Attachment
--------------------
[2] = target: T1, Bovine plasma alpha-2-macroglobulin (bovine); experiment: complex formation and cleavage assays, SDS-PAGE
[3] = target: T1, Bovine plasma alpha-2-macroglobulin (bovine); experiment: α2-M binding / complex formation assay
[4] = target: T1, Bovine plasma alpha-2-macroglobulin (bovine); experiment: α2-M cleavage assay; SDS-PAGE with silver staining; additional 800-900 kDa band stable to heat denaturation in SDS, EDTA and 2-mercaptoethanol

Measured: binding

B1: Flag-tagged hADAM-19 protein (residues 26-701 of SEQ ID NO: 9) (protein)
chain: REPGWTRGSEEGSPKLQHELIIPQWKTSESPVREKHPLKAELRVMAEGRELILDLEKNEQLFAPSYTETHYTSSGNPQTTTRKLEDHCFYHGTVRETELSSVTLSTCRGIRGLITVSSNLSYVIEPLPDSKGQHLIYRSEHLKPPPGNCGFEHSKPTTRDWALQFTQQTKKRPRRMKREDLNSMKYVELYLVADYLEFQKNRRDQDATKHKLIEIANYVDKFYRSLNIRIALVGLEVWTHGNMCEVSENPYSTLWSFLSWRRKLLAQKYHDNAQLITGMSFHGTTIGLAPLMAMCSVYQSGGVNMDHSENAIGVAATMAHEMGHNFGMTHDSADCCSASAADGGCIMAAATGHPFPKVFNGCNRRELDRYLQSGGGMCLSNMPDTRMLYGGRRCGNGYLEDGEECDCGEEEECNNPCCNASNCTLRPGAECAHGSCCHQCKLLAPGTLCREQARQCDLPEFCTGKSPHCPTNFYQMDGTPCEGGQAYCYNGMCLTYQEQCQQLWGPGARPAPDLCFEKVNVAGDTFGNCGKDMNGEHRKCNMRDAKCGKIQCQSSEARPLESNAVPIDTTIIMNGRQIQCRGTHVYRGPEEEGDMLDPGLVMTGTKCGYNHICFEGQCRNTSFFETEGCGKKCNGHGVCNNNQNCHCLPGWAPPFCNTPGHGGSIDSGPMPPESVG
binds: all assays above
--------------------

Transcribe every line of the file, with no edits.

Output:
[2] = target: T1, Bovine plasma alpha-2-macroglobulin (bovine); experiment: complex formation and cleavage assays, SDS-PAGE
[3] = target: T1, Bovine plasma alpha-2-macroglobulin (bovine); experiment: α2-M binding / complex formation assay
[4] = target: T1, Bovine plasma alpha-2-macroglobulin (bovine); experiment: α2-M cleavage assay; SDS-PAGE with silver staining; additional 800-900 kDa band stable to heat denaturation in SDS, EDTA and 2-mercaptoethanol

Measured: binding

B1: Flag-tagged hADAM-19 protein (residues 26-701 of SEQ ID NO: 9) (protein)
chain: REPGWTRGSEEGSPKLQHELIIPQWKTSESPVREKHPLKAELRVMAEGRELILDLEKNEQLFAPSYTETHYTSSGNPQTTTRKLEDHCFYHGTVRETELSSVTLSTCRGIRGLITVSSNLSYVIEPLPDSKGQHLIYRSEHLKPPPGNCGFEHSKPTTRDWALQFTQQTKKRPRRMKREDLNSMKYVELYLVADYLEFQKNRRDQDATKHKLIEIANYVDKFYRSLNIRIALVGLEVWTHGNMCEVSENPYSTLWSFLSWRRKLLAQKYHDNAQLITGMSFHGTTIGLAPLMAMCSVYQSGGVNMDHSENAIGVAATMAHEMGHNFGMTHDSADCCSASAADGGCIMAAATGHPFPKVFNGCNRRELDRYLQSGGGMCLSNMPDTRMLYGGRRCGNGYLEDGEECDCGEEEECNNPCCNASNCTLRPGAECAHGSCCHQCKLLAPGTLCREQARQCDLPEFCTGKSPHCPTNFYQMDGTPCEGGQAYCYNGMCLTYQEQCQQLWGPGARPAPDLCFEKVNVAGDTFGNCGKDMNGEHRKCNMRDAKCGKIQCQSSEARPLESNAVPIDTTIIMNGRQIQCRGTHVYRGPEEEGDMLDPGLVMTGTKCGYNHICFEGQCRNTSFFETEGCGKKCNGHGVCNNNQNCHCLPGWAPPFCNTPGHGGSIDSGPMPPESVG
binds: all assays above